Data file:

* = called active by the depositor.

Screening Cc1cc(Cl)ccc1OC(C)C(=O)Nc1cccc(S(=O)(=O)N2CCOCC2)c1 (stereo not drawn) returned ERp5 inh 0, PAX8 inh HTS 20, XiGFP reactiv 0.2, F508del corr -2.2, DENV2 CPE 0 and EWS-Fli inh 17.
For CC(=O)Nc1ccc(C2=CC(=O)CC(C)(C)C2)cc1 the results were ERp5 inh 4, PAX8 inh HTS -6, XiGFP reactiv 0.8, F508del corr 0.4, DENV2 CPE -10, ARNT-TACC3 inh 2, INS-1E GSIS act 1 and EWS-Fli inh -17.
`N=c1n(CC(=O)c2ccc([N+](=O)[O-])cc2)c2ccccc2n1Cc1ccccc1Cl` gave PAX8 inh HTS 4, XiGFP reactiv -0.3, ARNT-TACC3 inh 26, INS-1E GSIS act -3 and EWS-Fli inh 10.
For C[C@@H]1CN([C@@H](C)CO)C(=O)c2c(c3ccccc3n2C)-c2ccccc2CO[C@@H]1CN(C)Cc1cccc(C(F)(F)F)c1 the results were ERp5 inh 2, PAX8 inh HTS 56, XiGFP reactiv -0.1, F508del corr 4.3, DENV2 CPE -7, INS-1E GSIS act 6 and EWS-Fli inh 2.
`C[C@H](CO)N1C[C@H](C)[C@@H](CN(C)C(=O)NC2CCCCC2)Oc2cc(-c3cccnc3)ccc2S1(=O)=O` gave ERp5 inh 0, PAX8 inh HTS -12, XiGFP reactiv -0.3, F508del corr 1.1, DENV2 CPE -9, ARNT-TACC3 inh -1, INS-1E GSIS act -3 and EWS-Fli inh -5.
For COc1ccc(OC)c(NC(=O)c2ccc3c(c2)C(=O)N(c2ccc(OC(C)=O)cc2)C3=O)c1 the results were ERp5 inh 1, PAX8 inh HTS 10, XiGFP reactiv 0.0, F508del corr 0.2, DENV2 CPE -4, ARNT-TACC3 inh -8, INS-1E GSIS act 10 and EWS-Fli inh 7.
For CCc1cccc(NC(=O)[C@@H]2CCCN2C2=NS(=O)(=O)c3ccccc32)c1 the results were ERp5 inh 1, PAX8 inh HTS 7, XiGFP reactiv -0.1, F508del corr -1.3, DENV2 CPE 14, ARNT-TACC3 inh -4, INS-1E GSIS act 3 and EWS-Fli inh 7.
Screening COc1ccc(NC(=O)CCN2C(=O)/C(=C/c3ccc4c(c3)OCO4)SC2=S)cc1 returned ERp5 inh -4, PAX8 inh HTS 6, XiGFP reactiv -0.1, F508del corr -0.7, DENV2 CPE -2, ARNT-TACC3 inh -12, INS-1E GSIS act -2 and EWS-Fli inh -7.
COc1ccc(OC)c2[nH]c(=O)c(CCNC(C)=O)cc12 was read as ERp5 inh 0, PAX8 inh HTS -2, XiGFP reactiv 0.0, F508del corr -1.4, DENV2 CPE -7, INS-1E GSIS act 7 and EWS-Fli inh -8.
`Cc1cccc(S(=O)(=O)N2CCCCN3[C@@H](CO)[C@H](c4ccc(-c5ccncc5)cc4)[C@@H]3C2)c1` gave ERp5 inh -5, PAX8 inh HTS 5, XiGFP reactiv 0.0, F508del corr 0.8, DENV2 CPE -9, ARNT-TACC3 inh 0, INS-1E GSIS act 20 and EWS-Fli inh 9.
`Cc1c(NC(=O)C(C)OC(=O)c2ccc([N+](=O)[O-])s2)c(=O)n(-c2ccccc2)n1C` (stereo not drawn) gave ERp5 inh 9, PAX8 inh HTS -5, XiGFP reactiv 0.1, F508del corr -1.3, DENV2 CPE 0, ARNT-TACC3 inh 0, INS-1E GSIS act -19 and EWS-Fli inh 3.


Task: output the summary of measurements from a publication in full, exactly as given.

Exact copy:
* = called active by the depositor.

Screening Cc1cc(Cl)ccc1OC(C)C(=O)Nc1cccc(S(=O)(=O)N2CCOCC2)c1 (stereo not drawn) returned ERp5 inh 0, PAX8 inh HTS 20, XiGFP reactiv 0.2, F508del corr -2.2, DENV2 CPE 0 and EWS-Fli inh 17.
For CC(=O)Nc1ccc(C2=CC(=O)CC(C)(C)C2)cc1 the results were ERp5 inh 4, PAX8 inh HTS -6, XiGFP reactiv 0.8, F508del corr 0.4, DENV2 CPE -10, ARNT-TACC3 inh 2, INS-1E GSIS act 1 and EWS-Fli inh -17.
`N=c1n(CC(=O)c2ccc([N+](=O)[O-])cc2)c2ccccc2n1Cc1ccccc1Cl` gave PAX8 inh HTS 4, XiGFP reactiv -0.3, ARNT-TACC3 inh 26, INS-1E GSIS act -3 and EWS-Fli inh 10.
For C[C@@H]1CN([C@@H](C)CO)C(=O)c2c(c3ccccc3n2C)-c2ccccc2CO[C@@H]1CN(C)Cc1cccc(C(F)(F)F)c1 the results were ERp5 inh 2, PAX8 inh HTS 56, XiGFP reactiv -0.1, F508del corr 4.3, DENV2 CPE -7, INS-1E GSIS act 6 and EWS-Fli inh 2.
`C[C@H](CO)N1C[C@H](C)[C@@H](CN(C)C(=O)NC2CCCCC2)Oc2cc(-c3cccnc3)ccc2S1(=O)=O` gave ERp5 inh 0, PAX8 inh HTS -12, XiGFP reactiv -0.3, F508del corr 1.1, DENV2 CPE -9, ARNT-TACC3 inh -1, INS-1E GSIS act -3 and EWS-Fli inh -5.
For COc1ccc(OC)c(NC(=O)c2ccc3c(c2)C(=O)N(c2ccc(OC(C)=O)cc2)C3=O)c1 the results were ERp5 inh 1, PAX8 inh HTS 10, XiGFP reactiv 0.0, F508del corr 0.2, DENV2 CPE -4, ARNT-TACC3 inh -8, INS-1E GSIS act 10 and EWS-Fli inh 7.
For CCc1cccc(NC(=O)[C@@H]2CCCN2C2=NS(=O)(=O)c3ccccc32)c1 the results were ERp5 inh 1, PAX8 inh HTS 7, XiGFP reactiv -0.1, F508del corr -1.3, DENV2 CPE 14, ARNT-TACC3 inh -4, INS-1E GSIS act 3 and EWS-Fli inh 7.
Screening COc1ccc(NC(=O)CCN2C(=O)/C(=C/c3ccc4c(c3)OCO4)SC2=S)cc1 returned ERp5 inh -4, PAX8 inh HTS 6, XiGFP reactiv -0.1, F508del corr -0.7, DENV2 CPE -2, ARNT-TACC3 inh -12, INS-1E GSIS act -2 and EWS-Fli inh -7.
COc1ccc(OC)c2[nH]c(=O)c(CCNC(C)=O)cc12 was read as ERp5 inh 0, PAX8 inh HTS -2, XiGFP reactiv 0.0, F508del corr -1.4, DENV2 CPE -7, INS-1E GSIS act 7 and EWS-Fli inh -8.
`Cc1cccc(S(=O)(=O)N2CCCCN3[C@@H](CO)[C@H](c4ccc(-c5ccncc5)cc4)[C@@H]3C2)c1` gave ERp5 inh -5, PAX8 inh HTS 5, XiGFP reactiv 0.0, F508del corr 0.8, DENV2 CPE -9, ARNT-TACC3 inh 0, INS-1E GSIS act 20 and EWS-Fli inh 9.
`Cc1c(NC(=O)C(C)OC(=O)c2ccc([N+](=O)[O-])s2)c(=O)n(-c2ccccc2)n1C` (stereo not drawn) gave ERp5 inh 9, PAX8 inh HTS -5, XiGFP reactiv 0.1, F508del corr -1.3, DENV2 CPE 0, ARNT-TACC3 inh 0, INS-1E GSIS act -19 and EWS-Fli inh 3.